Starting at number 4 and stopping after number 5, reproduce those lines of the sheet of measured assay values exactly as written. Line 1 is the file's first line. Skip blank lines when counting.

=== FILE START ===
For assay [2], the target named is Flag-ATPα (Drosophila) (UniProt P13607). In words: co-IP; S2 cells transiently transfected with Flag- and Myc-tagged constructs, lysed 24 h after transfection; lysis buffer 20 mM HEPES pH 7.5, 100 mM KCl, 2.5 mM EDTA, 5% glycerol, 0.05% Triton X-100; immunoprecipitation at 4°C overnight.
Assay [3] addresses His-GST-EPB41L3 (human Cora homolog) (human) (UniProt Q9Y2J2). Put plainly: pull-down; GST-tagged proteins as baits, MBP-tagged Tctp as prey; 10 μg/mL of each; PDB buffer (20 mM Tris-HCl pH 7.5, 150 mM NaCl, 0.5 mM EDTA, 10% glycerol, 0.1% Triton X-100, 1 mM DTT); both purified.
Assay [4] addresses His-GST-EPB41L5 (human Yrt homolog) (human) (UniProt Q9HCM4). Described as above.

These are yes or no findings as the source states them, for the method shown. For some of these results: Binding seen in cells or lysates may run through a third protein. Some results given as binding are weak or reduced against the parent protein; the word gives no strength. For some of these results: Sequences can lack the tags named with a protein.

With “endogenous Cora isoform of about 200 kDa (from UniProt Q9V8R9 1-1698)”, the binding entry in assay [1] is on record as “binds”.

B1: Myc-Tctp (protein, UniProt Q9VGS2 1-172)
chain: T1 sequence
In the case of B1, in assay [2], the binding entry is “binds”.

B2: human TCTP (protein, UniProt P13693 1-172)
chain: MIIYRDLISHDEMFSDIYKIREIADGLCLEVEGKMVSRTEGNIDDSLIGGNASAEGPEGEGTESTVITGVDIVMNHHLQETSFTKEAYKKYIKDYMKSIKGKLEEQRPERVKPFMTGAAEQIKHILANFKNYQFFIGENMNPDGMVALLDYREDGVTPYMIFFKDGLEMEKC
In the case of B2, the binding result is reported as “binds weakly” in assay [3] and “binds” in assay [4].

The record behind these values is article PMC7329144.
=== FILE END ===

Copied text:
These are yes or no findings as the source states them, for the method shown. For some of these results: Binding seen in cells or lysates may run through a third protein. Some results given as binding are weak or reduced against the parent protein; the word gives no strength. For some of these results: Sequences can lack the tags named with a protein.

With “endogenous Cora isoform of about 200 kDa (from UniProt Q9V8R9 1-1698)”, the binding entry in assay [1] is on record as “binds”.